Handmade ceramic keep cup by Matilda Chambers | Eat & Sip pottery SingaporeUpon firing, the glazes melt and fuse together, causing that occasional drip or variation in the Paddlepop takeaway cup.

Australian ceramicist Matilda Chambers | Eat & Sip handmade ceramics SingaporeClay recycling is, and will forever be, a messy process!

TC: It seems that you wheel-throw most (if not, all) of your tableware. Is that your preferred pottery method? 

Matilda: Indeed, most of my work is thrown on the wheel using local Australian clay and it's currently my preferred method. After throwing it onto the wheel, the tableware is then fired to 1000°C and then glazed and then fired again to 1280°C. This ensures the quality of the product to endure the test of time!  

Wheel thrown ceramic takeaway cup | Eat & Sip handmade pottery SingaporeCups getting ready for bisque firing 

Australian wheel thrown ceramic plate | Eat & Sip handmade pottery SingaporeBefore-and-after snaps of her tapas plates. Love the wheel-thrown swirls that were intentionally left behind!

the Tableware Curators (TC): How do you come up with the different glaze mixtures. Where do you draw your inspiration for the mixtures from? 

My work is usually inspired by the ocean and mountains that I surround myself with. I’m also always trying to capture the essence of my paintings in my glaze work! 

Handmade ceramic takeaway cup by Australian Matilda Chambers | Eat & Sip pottery SingaporeThe Jungle takeaway cups in a mixture black and green, thrown on the wheel of course! Available in 2 sizes.

Wheel thrown ceramic dining plate | Eat & Sip handmade tableware Singapore 
From her Instagram feed: Matilda's pickled mushroom bruschetta and poached eggs on toasted whole grain sourdough looking really yummy on the icy blue dining plate.

TC: Tell us more about your creative process! Do you draw your designs out first or just go with the flow?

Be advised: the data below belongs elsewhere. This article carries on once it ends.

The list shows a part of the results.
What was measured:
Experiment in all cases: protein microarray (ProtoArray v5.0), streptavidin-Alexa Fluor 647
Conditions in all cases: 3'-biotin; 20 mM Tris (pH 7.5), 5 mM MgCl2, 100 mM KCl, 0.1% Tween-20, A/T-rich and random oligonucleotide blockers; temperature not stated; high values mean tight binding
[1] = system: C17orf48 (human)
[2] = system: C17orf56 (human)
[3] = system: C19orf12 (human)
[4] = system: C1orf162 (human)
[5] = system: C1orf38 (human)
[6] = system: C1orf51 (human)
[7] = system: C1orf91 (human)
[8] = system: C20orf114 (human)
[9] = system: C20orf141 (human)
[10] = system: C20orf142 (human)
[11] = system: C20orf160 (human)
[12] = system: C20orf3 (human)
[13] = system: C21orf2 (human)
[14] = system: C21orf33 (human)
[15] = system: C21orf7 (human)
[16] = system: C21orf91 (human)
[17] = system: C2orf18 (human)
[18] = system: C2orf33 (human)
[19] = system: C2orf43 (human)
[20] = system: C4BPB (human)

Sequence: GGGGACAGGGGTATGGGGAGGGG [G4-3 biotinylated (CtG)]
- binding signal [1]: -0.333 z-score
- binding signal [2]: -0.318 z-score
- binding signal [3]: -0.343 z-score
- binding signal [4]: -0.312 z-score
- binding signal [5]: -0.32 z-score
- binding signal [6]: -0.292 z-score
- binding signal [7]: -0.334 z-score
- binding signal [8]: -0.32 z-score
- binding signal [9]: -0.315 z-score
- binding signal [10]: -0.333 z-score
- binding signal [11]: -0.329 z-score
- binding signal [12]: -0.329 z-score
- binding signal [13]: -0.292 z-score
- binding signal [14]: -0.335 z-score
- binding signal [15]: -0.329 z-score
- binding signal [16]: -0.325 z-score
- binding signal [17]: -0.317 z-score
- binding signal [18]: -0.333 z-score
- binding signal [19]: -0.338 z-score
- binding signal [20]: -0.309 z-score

Matilda: I have a sketchbook that has everything scribbled in it. If I lost it, I'd be in a world of pain! I design a new shape on the wheel but then I draw it and take notes on the weight and dimensions so that I can replicate it. I also draw a lot of shapes and designs and use them as a reference. 

Australian ceramics handmade | Eat & Sip pottery tableware SingaporeA snap of her cups at different stages!

TC: Which other ceramicists do you follow closely or are inspired by?

Matilda: The ceramics community here in Australia is fabulous! They are such a supportive bunch of people. I’ve made a lot of new friends both on social media and in person! I love to follow a lot of other ceramic artists but I try not to be too inspired by their work as I feel that I really need a point of difference and stick to my own unique style. 

Handmade Australian ceramics pottery | Eat & Sip tableware SingaporeHer pinch pots

TC: We love your glaze mixtures, they are really unique! Any last words/ advice for budding ceramicist?

Matilda: The biggest 'advice' I can give you is to persevere and be patient in the process. It’s a lot harder than it looks but if you have the passion, you really can go far and there is nothing better than working in a 'job' that you love!

Handmade ceramics by Australian Matilda Chambers | Eat & Sip pottery SingaporeAnother shot of her "in-progress" pieces in three different clay bodies using the slab method!

Handmade ceramic egg tray | Eat & Sip pottery tableware SingaporeThese egg trays are made from slabs as well, and then pushed and nudged into place (probably while it is draped over an actual egg tray), retaining the impression where her fingertips and fingernails dug in. 


Got you excited yet? Click here to see her entire tableware collection!

PS. Most of the pictures used in this article were taken by Matilda herself.